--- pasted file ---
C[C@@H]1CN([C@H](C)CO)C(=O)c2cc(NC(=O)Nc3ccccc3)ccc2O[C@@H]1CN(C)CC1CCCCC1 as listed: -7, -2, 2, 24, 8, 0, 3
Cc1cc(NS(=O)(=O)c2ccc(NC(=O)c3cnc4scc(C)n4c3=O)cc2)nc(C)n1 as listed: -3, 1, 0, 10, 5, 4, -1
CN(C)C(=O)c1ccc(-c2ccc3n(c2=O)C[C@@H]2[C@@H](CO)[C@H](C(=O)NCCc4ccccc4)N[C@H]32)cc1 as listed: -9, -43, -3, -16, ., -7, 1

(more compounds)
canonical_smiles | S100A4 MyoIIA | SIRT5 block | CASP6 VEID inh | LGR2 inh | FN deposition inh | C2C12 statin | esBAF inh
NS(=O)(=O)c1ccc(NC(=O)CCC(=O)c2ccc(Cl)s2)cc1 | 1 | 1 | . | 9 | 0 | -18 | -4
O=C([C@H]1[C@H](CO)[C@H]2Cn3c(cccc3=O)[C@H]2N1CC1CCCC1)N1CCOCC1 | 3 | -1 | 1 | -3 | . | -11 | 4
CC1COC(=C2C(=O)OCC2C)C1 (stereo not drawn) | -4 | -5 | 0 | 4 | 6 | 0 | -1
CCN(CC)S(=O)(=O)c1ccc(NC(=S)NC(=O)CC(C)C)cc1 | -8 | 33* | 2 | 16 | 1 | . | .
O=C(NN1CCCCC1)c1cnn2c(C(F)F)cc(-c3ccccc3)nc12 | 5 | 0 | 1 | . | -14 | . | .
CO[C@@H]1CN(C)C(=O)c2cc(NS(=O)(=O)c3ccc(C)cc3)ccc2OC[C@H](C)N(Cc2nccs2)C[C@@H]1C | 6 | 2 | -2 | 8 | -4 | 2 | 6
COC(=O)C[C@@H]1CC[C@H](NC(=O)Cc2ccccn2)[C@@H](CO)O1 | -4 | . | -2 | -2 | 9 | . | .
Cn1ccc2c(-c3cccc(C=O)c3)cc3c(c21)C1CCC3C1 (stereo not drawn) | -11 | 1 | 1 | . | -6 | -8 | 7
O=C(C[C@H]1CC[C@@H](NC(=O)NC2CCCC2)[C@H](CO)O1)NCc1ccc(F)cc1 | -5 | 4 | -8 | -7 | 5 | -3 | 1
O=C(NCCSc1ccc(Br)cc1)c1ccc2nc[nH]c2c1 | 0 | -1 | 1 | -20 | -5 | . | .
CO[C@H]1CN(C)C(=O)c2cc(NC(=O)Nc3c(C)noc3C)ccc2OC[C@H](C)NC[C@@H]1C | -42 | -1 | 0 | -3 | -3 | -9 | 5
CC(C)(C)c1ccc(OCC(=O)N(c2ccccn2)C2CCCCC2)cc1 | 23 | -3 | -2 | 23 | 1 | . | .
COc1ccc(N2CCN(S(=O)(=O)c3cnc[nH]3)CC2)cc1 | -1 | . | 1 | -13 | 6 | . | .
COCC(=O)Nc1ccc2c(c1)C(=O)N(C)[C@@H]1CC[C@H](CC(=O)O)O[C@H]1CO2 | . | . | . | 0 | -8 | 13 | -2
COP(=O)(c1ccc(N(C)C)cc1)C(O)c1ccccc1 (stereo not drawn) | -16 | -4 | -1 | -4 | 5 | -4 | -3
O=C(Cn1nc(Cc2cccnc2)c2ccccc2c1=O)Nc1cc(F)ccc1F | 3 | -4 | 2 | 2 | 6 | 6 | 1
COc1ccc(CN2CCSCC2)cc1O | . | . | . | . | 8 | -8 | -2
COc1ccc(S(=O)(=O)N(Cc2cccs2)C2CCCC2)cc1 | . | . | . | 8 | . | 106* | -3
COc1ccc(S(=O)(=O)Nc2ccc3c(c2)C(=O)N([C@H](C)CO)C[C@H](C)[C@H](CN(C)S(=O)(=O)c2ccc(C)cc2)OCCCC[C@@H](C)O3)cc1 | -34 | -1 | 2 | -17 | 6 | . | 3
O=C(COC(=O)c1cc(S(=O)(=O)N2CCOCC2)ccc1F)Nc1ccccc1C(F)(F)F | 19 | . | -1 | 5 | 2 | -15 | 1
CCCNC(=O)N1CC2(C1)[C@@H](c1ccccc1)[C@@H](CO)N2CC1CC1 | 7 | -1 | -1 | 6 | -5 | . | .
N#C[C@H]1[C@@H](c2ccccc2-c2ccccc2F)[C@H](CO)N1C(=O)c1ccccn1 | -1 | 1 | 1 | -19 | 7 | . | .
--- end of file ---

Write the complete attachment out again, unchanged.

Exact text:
C[C@@H]1CN([C@H](C)CO)C(=O)c2cc(NC(=O)Nc3ccccc3)ccc2O[C@@H]1CN(C)CC1CCCCC1 as listed: -7, -2, 2, 24, 8, 0, 3
Cc1cc(NS(=O)(=O)c2ccc(NC(=O)c3cnc4scc(C)n4c3=O)cc2)nc(C)n1 as listed: -3, 1, 0, 10, 5, 4, -1
CN(C)C(=O)c1ccc(-c2ccc3n(c2=O)C[C@@H]2[C@@H](CO)[C@H](C(=O)NCCc4ccccc4)N[C@H]32)cc1 as listed: -9, -43, -3, -16, ., -7, 1

(more compounds)
canonical_smiles | S100A4 MyoIIA | SIRT5 block | CASP6 VEID inh | LGR2 inh | FN deposition inh | C2C12 statin | esBAF inh
NS(=O)(=O)c1ccc(NC(=O)CCC(=O)c2ccc(Cl)s2)cc1 | 1 | 1 | . | 9 | 0 | -18 | -4
O=C([C@H]1[C@H](CO)[C@H]2Cn3c(cccc3=O)[C@H]2N1CC1CCCC1)N1CCOCC1 | 3 | -1 | 1 | -3 | . | -11 | 4
CC1COC(=C2C(=O)OCC2C)C1 (stereo not drawn) | -4 | -5 | 0 | 4 | 6 | 0 | -1
CCN(CC)S(=O)(=O)c1ccc(NC(=S)NC(=O)CC(C)C)cc1 | -8 | 33* | 2 | 16 | 1 | . | .
O=C(NN1CCCCC1)c1cnn2c(C(F)F)cc(-c3ccccc3)nc12 | 5 | 0 | 1 | . | -14 | . | .
CO[C@@H]1CN(C)C(=O)c2cc(NS(=O)(=O)c3ccc(C)cc3)ccc2OC[C@H](C)N(Cc2nccs2)C[C@@H]1C | 6 | 2 | -2 | 8 | -4 | 2 | 6
COC(=O)C[C@@H]1CC[C@H](NC(=O)Cc2ccccn2)[C@@H](CO)O1 | -4 | . | -2 | -2 | 9 | . | .
Cn1ccc2c(-c3cccc(C=O)c3)cc3c(c21)C1CCC3C1 (stereo not drawn) | -11 | 1 | 1 | . | -6 | -8 | 7
O=C(C[C@H]1CC[C@@H](NC(=O)NC2CCCC2)[C@H](CO)O1)NCc1ccc(F)cc1 | -5 | 4 | -8 | -7 | 5 | -3 | 1
O=C(NCCSc1ccc(Br)cc1)c1ccc2nc[nH]c2c1 | 0 | -1 | 1 | -20 | -5 | . | .
CO[C@H]1CN(C)C(=O)c2cc(NC(=O)Nc3c(C)noc3C)ccc2OC[C@H](C)NC[C@@H]1C | -42 | -1 | 0 | -3 | -3 | -9 | 5
CC(C)(C)c1ccc(OCC(=O)N(c2ccccn2)C2CCCCC2)cc1 | 23 | -3 | -2 | 23 | 1 | . | .
COc1ccc(N2CCN(S(=O)(=O)c3cnc[nH]3)CC2)cc1 | -1 | . | 1 | -13 | 6 | . | .
COCC(=O)Nc1ccc2c(c1)C(=O)N(C)[C@@H]1CC[C@H](CC(=O)O)O[C@H]1CO2 | . | . | . | 0 | -8 | 13 | -2
COP(=O)(c1ccc(N(C)C)cc1)C(O)c1ccccc1 (stereo not drawn) | -16 | -4 | -1 | -4 | 5 | -4 | -3
O=C(Cn1nc(Cc2cccnc2)c2ccccc2c1=O)Nc1cc(F)ccc1F | 3 | -4 | 2 | 2 | 6 | 6 | 1
COc1ccc(CN2CCSCC2)cc1O | . | . | . | . | 8 | -8 | -2
COc1ccc(S(=O)(=O)N(Cc2cccs2)C2CCCC2)cc1 | . | . | . | 8 | . | 106* | -3
COc1ccc(S(=O)(=O)Nc2ccc3c(c2)C(=O)N([C@H](C)CO)C[C@H](C)[C@H](CN(C)S(=O)(=O)c2ccc(C)cc2)OCCCC[C@@H](C)O3)cc1 | -34 | -1 | 2 | -17 | 6 | . | 3
O=C(COC(=O)c1cc(S(=O)(=O)N2CCOCC2)ccc1F)Nc1ccccc1C(F)(F)F | 19 | . | -1 | 5 | 2 | -15 | 1
CCCNC(=O)N1CC2(C1)[C@@H](c1ccccc1)[C@@H](CO)N2CC1CC1 | 7 | -1 | -1 | 6 | -5 | . | .
N#C[C@H]1[C@@H](c2ccccc2-c2ccccc2F)[C@H](CO)N1C(=O)c1ccccn1 | -1 | 1 | 1 | -19 | 7 | . | .